Creating HVM AMI from existing PV AMI

aws-ami

Hi everyone, it has been long time since my first post, anyway I will try to post more frequently 🙂

I’m currently working on migrating some AWS EC2 instances to T2 instances type.

The issue is that T2 instances must be launched into an Amazon Virtual Private Cloud (VPC); they are not supported on the EC2-Classic platform. Amazon VPC enables you to launch AWS resources into a virtual network that you’ve defined. You cannot change the instance type of an existing EC2-Classic instance to a T2 instance type.

So actually I created AMIs from old instances I have to be used to launch T2 instances, but the problem here was that the AMIs I created from old EC2 instances was Paravirtualization based AMIs (PV AMI) which isn’t applicable here as T2 instances required HVM based AMIs to be launched from.

So let’s start create HVM AMIs from our previously created PV AMIs

First we need to start an EC2 instance from PV AMI we previously created as following

aws ec2 run-instances –image-id <previously created PV AMI iD> –key-name <ssh key pair> –security-groups default –instance-type <any instance type of your choose that works with PV AMIs>  –count 1

Then install the following packages on EC2 instance you launched from previously created PV AMI as following “Assuming Ubuntu Instance”

sudo apt-get install -y grub-pc grub-pc-bin grub-legacy-ec2 grub-gfxpayload-lists

Then stop the instance and detach the root disk (/dev/sda1) from the instance

aws ec2 stop-instances –instance-ids  <EC2 instance we launched before ID>

// make sure instance is stopped

aws ec2 describe-instance-status –instance-ids <EC2 instance we launched before ID>

aws ec2 detach-volume –volume-id <root partition “/dev/sda1” volume id>

Launch another EC2 instance, but this time let it be a HVM besed EC2 instance, and here I prefer to choose the same OS version to avoid kernel upgrade headache, for my case it will be Ubuntu 12.04, here you can find a list of different Ubuntu AMIs

aws ec2 run-instances –image-id ami-8e7ab6e6 –key-name <ssh key pair> –security-groups default –instance-type <any instance type of your choose that works with PV AMIs>  –count 1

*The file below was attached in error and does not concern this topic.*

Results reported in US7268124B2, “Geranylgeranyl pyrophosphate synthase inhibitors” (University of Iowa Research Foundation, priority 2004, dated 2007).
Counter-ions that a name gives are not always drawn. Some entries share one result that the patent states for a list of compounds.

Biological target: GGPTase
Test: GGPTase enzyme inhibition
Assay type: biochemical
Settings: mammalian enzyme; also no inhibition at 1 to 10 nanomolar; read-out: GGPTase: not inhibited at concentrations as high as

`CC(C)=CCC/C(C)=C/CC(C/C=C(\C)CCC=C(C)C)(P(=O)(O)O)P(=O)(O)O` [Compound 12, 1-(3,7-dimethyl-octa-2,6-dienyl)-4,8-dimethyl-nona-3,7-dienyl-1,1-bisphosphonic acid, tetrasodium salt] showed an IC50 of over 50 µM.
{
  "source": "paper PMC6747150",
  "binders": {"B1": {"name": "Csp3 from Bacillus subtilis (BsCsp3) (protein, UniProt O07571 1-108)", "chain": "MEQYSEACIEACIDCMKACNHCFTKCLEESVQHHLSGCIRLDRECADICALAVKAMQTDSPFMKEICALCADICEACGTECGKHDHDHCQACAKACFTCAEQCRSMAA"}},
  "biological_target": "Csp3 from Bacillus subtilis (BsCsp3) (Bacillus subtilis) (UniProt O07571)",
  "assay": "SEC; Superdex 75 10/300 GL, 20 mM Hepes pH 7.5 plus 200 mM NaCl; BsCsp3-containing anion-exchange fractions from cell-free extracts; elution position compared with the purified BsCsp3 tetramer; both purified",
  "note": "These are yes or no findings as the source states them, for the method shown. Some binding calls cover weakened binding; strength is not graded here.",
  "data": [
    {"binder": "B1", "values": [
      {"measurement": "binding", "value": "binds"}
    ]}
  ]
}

Attach root partition of PV based EC2 instance to HVM based EC2 instance

aws ec2 attach-volume –volume-id <root partition of PV based EC2 instance Volume ID> –instance-id <HVM based EC2 instance ID> –device /dev/sdf

SSH to HVM based EC2 instance and

mkdir -p /mnt/xvdf && mount /dev/xvdf /mnt/xvdf

rsync -avzXA /boot/ /mnt/xvdf/boot/

mount -o bind /dev /mnt/xvdf/dev && mount -o bind /dev/pts /mnt/xvdf/dev/pts && mount -o bind /proc /mnt/xvdf/proc && mount -o bind /sys /mnt/xvdf/sys

chroot /mnt/xvdf

grub-install –no-floppy –recheck –force /dev/xvdf

update-grub2

// Just in case of PV instance kernel version isn’t the same as HVM instance

sudo apt-get install -y linux-virtual linux-image-virtual

Stop the HVM instance, detach both original root of HVM instance “/dev/sda1” and PV root partition from HVM instance “/dev/sdf”

aws ec2 stop-instances –instance-ids  <EC2 instance we launched before ID>

// make sure instance is stopped

aws ec2 describe-instance-status –instance-ids <EC2 instance we launched before ID>

aws ec2 detach-volume –volume-id <original root partiion of HVM instance “/dev/sda1”>

aws ec2 detach-volume –volume-id <PV instance root partition “/dev/sdf”>

Attach PV instance’s root partition to HVM instance as a root partition to the HVM instance i.e. “/dev/sda1”

aws ec2 attach-volume –volume-id <root partition of PV instance Volume ID> –instance-id <HVM instance ID> –device /dev/sda1

And if you have any other Disks attached to PV instance detach them from PV instance and attach them to the HVM instance with the same device mapping so as not to corrupt mount points you’ve created for those disk and not that it seems there is some device mapping in PV instances won’t be applicable in HVM ones “e.g. /dev/sdh1” that require a modification to mount points used in PV instance, i.e. edit /etc/fstab to allign with new device mapping.

It’s time now to start the HVM instance with newly root partition “that partition was used in PV instance”  and make sure everything is working fine 🙂

Finally bundle your newly HVM instance into a HVM AMI to be used whenever you want

aws ec2 create-image –instance-id <HVM instance ID> –name “My HVM AMI” –description “An HVM AMI for my server from an old PV AMI”

That’s it 🙂

References :

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